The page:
[Full article: 2010 Outlook: Doom and Gloom For DTC? 10 Points for Winning with Patients, published in DTC Perspectives, December 2009]
Despite many gloomy predictions for DTC advertising and the pharma industry overall, there’s never been a better time for marketers to forward their brands and consumers’ lives with new thinking about what constitutes patient marketing in the 21st Century (DTC 21). Ten prescriptions can help improve focus and strengthen DTC efforts in 2010. Important media and technology trends are also “musts” to actively consider for those who want to bump impact and value.
- Adopt an updated definition for DTC that considers the full picture of how consumers will interpret and interact with a brand TODAY. This calls for attention beyond “big bang” marketing spends, and begs for identifying meaningful levers to drive education and growth. DTC is no longer just an awareness or acquisition vehicle to move “eyeballs” through a linear marketing funnel; it’s every influence and touch needed to bring new information and education, help convert, instill loyalty and inspire advocacy.
- Consider “long-tail” marketing; don’t be afraid to focus on smaller targets that matter. Long tail marketing has the potential to treat consumers as individuals with unique interests and needs.
- Go to your consumer–surround them where they get their facts, learn, and socialize. Today’s consumer is not looking for your marketing messages. Study after study points to both the growth of the Internet, and the fact that consumers and e-patients get their information from multiple sources. (The Social Life of Health Information – PEW Internet and American Life Project) Depending on your target, this suggests a mix of relevant touches and begs for the right combination of off line and on line media and social media tactics.
- Move beyond selling to engaging and providing meaningful marketing and value. Look for new ways to extend patient value, and support a more positive customer experience along each and every touch point. This also means giving consumers and e-patients what they are looking for and not just your “brand sell”. Engagement requires looking at each patient as a unique human being who, by the way, would “rather not e your customer” (After all, who wants to have a chronic condition and take medication for the trust of their life, whether it be your rand or a competitors?). Think hard how you might provide relevant value real-time, every time. To improve engagement, 6 C’s are crucial: 1) Content that is based on meaningful insights and provides context; 2) Customization via new ways to personalize treatment, process or support; 3) Conversation is encouraged for better service, learning and sharing: 4) Confidence is built with trust and transparency; 5) Community Connectedness – directly or indirectly- create your own, or better yet, tap into an existing one; and 6) Consistent Commitment is demonstrated to your customer base–no one shot deals here.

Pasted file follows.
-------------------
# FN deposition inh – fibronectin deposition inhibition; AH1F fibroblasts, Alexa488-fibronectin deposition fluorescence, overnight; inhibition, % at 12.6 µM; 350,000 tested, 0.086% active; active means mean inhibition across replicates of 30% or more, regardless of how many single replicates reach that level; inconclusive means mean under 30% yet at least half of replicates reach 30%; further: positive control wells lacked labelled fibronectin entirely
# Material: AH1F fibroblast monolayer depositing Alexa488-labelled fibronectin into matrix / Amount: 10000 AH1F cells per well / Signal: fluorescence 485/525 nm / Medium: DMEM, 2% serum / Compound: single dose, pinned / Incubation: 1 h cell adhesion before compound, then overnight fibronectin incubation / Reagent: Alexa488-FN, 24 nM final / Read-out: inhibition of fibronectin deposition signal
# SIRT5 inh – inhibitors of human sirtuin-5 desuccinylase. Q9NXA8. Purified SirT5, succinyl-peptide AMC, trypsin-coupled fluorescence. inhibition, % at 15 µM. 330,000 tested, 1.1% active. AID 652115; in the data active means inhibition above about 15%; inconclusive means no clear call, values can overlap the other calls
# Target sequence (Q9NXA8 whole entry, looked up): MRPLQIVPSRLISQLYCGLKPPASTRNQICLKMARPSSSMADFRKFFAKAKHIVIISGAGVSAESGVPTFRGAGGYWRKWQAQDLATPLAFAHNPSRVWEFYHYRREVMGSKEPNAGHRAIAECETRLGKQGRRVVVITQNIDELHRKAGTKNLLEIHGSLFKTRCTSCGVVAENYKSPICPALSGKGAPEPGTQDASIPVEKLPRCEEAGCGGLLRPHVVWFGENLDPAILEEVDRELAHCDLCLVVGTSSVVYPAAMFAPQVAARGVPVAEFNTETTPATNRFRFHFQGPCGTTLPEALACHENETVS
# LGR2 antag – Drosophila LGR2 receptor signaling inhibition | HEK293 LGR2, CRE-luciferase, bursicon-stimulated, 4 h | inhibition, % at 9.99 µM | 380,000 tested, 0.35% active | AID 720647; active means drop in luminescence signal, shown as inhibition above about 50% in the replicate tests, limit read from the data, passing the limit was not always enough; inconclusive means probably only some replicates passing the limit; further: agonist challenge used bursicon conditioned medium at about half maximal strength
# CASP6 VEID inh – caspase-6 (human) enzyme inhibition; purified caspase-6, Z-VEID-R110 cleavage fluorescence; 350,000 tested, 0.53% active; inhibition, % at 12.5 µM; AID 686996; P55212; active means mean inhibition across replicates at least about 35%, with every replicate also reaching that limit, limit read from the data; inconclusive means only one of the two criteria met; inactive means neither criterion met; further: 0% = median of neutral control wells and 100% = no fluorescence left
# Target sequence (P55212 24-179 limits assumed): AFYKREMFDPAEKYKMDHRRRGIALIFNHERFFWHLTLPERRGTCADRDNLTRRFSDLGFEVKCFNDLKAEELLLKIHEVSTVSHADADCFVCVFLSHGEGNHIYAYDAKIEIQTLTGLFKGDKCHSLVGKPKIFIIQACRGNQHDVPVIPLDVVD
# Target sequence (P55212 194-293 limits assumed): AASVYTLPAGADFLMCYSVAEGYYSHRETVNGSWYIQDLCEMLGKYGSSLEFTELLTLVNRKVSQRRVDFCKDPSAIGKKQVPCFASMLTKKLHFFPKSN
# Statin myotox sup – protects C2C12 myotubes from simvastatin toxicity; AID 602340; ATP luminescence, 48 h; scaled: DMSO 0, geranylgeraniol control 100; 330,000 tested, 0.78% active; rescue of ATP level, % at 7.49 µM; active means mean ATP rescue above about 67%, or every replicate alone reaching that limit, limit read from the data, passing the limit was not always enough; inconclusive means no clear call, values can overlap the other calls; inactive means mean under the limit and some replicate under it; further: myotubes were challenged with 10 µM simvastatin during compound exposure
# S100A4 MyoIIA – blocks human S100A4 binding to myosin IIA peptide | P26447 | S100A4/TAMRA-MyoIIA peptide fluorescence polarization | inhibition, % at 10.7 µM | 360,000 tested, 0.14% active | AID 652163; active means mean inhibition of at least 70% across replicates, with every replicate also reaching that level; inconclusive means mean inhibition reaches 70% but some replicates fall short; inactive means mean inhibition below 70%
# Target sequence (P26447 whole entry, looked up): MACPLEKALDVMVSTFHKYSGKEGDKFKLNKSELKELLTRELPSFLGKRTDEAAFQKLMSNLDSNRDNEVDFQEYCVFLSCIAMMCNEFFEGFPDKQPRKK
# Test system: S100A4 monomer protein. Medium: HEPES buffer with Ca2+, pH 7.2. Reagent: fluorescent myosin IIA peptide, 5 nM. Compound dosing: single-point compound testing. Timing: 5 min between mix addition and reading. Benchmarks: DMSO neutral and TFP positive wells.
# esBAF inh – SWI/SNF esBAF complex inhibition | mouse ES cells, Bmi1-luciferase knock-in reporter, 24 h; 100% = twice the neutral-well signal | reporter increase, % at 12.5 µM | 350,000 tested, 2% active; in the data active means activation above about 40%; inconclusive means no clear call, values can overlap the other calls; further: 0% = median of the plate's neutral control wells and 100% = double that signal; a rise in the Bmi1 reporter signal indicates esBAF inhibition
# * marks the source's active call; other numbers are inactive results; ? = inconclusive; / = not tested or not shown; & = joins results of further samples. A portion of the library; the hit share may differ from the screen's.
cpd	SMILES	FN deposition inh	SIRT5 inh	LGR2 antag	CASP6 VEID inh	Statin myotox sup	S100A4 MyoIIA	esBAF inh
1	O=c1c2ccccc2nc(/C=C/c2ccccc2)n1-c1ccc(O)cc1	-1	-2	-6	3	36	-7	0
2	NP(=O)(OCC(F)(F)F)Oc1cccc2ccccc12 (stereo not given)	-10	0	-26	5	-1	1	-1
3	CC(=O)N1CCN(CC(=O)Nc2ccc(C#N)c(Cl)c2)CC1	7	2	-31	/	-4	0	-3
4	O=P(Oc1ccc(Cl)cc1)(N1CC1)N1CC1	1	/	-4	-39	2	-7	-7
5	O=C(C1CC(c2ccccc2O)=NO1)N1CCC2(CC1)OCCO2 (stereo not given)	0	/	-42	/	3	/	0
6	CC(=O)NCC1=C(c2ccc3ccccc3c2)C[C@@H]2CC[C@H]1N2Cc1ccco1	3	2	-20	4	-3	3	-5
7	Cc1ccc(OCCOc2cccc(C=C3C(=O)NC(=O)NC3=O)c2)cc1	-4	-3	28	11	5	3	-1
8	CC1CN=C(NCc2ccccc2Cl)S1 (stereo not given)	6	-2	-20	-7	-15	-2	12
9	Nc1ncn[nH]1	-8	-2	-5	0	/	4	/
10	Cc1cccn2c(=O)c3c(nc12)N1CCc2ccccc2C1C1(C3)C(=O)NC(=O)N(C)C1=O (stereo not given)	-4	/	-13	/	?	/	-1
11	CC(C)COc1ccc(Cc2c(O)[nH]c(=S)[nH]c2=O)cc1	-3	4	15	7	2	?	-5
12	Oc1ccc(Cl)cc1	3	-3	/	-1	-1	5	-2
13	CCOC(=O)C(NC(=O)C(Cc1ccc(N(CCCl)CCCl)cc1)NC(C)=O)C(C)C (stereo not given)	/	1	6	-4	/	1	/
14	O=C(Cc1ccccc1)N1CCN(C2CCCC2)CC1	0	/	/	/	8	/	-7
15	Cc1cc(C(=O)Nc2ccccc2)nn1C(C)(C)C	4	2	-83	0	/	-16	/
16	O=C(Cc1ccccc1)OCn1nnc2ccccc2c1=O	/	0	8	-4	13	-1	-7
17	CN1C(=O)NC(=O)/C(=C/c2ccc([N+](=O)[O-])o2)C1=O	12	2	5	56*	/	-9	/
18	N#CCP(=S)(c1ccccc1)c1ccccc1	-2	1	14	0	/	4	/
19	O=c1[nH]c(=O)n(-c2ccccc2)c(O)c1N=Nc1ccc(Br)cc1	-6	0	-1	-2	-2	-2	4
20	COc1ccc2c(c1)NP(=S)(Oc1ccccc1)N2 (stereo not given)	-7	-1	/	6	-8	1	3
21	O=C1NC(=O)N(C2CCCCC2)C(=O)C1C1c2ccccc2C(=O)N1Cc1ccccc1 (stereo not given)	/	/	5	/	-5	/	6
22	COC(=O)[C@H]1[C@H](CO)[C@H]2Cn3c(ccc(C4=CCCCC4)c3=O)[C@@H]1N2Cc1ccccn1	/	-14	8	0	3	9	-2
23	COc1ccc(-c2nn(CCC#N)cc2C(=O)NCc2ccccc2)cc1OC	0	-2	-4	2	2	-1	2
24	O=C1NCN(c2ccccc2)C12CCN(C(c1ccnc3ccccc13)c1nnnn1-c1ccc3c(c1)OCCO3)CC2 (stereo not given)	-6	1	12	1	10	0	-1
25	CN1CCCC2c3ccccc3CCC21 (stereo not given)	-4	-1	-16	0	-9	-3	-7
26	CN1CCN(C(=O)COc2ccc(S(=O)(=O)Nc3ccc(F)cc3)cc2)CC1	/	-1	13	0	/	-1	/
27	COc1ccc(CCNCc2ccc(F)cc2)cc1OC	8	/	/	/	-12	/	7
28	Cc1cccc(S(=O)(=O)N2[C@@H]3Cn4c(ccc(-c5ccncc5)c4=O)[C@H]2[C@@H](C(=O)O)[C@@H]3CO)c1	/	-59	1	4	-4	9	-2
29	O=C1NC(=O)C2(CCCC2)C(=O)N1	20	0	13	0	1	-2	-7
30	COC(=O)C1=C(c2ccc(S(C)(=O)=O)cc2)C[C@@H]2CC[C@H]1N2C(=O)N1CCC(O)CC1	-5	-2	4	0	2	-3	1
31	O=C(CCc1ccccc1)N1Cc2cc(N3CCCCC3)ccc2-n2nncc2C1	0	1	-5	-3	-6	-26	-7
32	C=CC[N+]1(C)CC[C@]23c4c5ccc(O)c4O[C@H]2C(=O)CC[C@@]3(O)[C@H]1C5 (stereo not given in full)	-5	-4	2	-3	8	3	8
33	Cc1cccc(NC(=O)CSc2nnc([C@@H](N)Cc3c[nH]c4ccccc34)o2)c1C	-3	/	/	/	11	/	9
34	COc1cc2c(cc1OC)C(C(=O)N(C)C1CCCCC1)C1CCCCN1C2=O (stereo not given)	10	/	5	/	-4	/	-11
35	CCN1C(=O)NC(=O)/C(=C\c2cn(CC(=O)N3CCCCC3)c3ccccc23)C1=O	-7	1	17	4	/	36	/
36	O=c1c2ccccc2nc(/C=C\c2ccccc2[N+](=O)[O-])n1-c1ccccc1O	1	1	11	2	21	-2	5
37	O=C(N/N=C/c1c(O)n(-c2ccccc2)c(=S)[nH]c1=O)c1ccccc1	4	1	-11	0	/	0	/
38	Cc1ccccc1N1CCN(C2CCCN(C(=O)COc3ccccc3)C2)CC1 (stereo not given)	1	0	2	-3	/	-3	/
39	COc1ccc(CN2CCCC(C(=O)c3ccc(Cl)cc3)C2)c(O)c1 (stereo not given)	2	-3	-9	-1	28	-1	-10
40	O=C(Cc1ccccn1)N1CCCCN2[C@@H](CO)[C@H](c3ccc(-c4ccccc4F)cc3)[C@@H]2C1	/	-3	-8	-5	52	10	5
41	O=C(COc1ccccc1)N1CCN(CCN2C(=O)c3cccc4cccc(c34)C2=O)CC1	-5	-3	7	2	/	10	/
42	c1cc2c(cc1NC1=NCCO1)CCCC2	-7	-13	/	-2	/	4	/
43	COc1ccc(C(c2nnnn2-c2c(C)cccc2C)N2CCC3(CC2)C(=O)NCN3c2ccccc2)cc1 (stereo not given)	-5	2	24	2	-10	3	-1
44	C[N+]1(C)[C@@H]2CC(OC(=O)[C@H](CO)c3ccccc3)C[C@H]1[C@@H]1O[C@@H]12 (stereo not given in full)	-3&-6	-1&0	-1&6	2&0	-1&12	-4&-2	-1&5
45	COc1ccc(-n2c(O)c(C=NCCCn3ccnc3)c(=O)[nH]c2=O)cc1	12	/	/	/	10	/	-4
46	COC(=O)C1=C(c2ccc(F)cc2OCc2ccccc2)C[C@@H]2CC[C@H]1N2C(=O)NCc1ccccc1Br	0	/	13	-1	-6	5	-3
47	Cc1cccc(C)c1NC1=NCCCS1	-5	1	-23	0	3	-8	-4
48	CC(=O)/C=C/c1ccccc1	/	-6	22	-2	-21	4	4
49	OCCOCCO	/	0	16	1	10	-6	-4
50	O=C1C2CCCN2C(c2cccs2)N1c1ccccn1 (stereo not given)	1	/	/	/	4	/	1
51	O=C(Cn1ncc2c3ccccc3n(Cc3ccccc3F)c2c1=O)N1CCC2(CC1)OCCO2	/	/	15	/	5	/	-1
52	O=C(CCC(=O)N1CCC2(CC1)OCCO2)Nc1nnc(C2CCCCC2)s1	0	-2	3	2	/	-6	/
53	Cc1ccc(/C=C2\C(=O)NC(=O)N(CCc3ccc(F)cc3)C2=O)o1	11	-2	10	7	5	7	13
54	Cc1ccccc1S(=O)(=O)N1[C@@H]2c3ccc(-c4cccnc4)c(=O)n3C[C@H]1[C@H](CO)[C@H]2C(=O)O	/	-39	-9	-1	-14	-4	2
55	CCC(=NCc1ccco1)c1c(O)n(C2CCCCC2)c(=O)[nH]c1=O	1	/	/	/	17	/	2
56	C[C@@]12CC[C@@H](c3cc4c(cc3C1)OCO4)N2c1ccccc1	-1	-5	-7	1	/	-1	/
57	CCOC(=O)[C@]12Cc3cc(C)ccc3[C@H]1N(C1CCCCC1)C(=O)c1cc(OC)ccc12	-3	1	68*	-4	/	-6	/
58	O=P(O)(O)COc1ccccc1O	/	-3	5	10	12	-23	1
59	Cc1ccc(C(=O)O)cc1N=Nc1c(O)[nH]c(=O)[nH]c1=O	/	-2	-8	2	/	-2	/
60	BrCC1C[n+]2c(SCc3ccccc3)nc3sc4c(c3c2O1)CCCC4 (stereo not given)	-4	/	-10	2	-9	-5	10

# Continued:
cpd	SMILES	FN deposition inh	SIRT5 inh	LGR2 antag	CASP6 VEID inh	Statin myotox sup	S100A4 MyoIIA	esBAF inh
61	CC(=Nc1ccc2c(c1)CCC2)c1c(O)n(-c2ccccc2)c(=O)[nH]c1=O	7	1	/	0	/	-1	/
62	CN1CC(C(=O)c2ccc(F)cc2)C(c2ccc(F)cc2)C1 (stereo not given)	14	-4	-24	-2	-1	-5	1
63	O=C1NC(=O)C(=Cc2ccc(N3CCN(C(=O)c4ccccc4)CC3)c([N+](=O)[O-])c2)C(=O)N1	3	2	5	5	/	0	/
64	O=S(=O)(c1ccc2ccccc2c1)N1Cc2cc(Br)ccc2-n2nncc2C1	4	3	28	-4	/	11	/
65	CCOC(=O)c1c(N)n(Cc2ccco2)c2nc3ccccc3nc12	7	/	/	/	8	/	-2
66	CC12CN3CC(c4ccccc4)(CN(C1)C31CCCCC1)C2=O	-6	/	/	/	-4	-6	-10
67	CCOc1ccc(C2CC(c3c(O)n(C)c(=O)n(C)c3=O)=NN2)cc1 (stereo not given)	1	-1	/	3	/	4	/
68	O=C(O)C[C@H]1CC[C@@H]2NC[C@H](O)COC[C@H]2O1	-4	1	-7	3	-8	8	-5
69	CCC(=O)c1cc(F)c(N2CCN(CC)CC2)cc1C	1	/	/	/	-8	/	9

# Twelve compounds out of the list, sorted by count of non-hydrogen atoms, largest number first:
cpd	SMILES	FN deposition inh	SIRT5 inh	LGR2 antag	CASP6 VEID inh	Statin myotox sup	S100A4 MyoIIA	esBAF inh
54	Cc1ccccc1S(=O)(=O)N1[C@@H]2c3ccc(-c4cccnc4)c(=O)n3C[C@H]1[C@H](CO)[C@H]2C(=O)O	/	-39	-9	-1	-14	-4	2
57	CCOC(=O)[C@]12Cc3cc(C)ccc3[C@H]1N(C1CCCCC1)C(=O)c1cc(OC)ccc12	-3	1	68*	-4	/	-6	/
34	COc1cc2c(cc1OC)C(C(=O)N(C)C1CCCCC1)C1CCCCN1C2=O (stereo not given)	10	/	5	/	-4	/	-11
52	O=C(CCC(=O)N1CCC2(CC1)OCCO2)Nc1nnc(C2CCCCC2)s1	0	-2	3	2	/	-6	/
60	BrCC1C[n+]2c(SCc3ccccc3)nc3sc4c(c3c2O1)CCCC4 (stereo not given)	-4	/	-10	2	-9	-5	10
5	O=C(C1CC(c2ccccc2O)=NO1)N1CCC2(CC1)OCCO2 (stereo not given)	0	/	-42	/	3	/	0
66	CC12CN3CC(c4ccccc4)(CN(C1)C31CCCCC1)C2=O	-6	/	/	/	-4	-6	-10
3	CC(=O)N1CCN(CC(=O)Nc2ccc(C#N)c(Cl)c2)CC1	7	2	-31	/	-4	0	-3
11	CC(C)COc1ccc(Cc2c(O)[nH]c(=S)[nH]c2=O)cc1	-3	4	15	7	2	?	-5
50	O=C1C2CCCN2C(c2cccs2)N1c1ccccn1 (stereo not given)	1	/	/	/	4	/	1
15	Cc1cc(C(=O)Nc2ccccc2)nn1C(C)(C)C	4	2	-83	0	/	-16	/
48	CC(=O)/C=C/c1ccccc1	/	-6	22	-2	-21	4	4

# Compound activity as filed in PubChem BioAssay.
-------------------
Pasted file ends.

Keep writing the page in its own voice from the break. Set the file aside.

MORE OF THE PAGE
- Consumer power is a fact of life requiring brands and companies to walk and talk “patient-centered” – consumers are finely tuned to what’s valuable and authentic. Ask yourself one simple question over and over: Will this bring meaningful value to our patients?
- Keep your brand’s strategic core strong and grounded, despite the onslaught of messages and tactics, and the speed with which they require action. A strong core requires a compelling and relevant brand promise that focuses every strategy and tactic so they’re synergistic and supportive. The payoff is staying on message by protecting the brand from chasing every new, cool digital and new media tactic coming your way.
- Insist on elegant solutions that do more with less. Smaller budgets don’t negate innovation and may have just the opposite effect in spurring new thinking.
- Don’t overlook the details. While they may seem small and trivial, find out which are important to patients and their families. This can help instill better ROI efficiencies.
- Refresh brand metrics and measurement to drive current brand objectives and initiatives. Think beyond traditional reach and frequency measures and try to ensure a flow of metrics and measurement from beginning to end of the patient “buying process” for maximum learning.
- Be the best listeners in you category. Listen with vigilance, and act on learning across the organization. Listening, and what you do with your learning, is the responsibility of the entire organization. Be sure that each ‘tweet” or customer learning gets mapped back to a rightful “owner’ in the organization.
In 2010, important media, social platforms and technology trends can’t be neglected. Below are some helpful questions to ask as media and technology continue to quickly change (yes…an understatement!):
Pharma: Are you ready for 2010? Despite continued budget tightening and generic growth, and open areas such as health reform and FDA social media and web guidelines, it’s going to be a big year for those willing to step up and experiment with new ways of marketing and ‘not marketing’…What do you think?
Other Suggested Reading:
The Long Tail: Why the Future of Business Is Selling Less of More by Chris Anderson. Wikipedia’s summary of long tail here.
The Next Evolution of Marketing: Connect with your Customers by Marketing with Meaning by Bob Gilbreath, Bridge Worldwide
Pharma: Is Your Brand Patient Centered? 5 Critical Success Factors by Ellen Hoenig, MedAd News, November, 2009
Pharma: Is Your Marketing Designed to Engage and Educate or Sell? My book review of Listen First Sell Later by Bob Poole
Photo Credit: Courtney Justice/The Cournell Group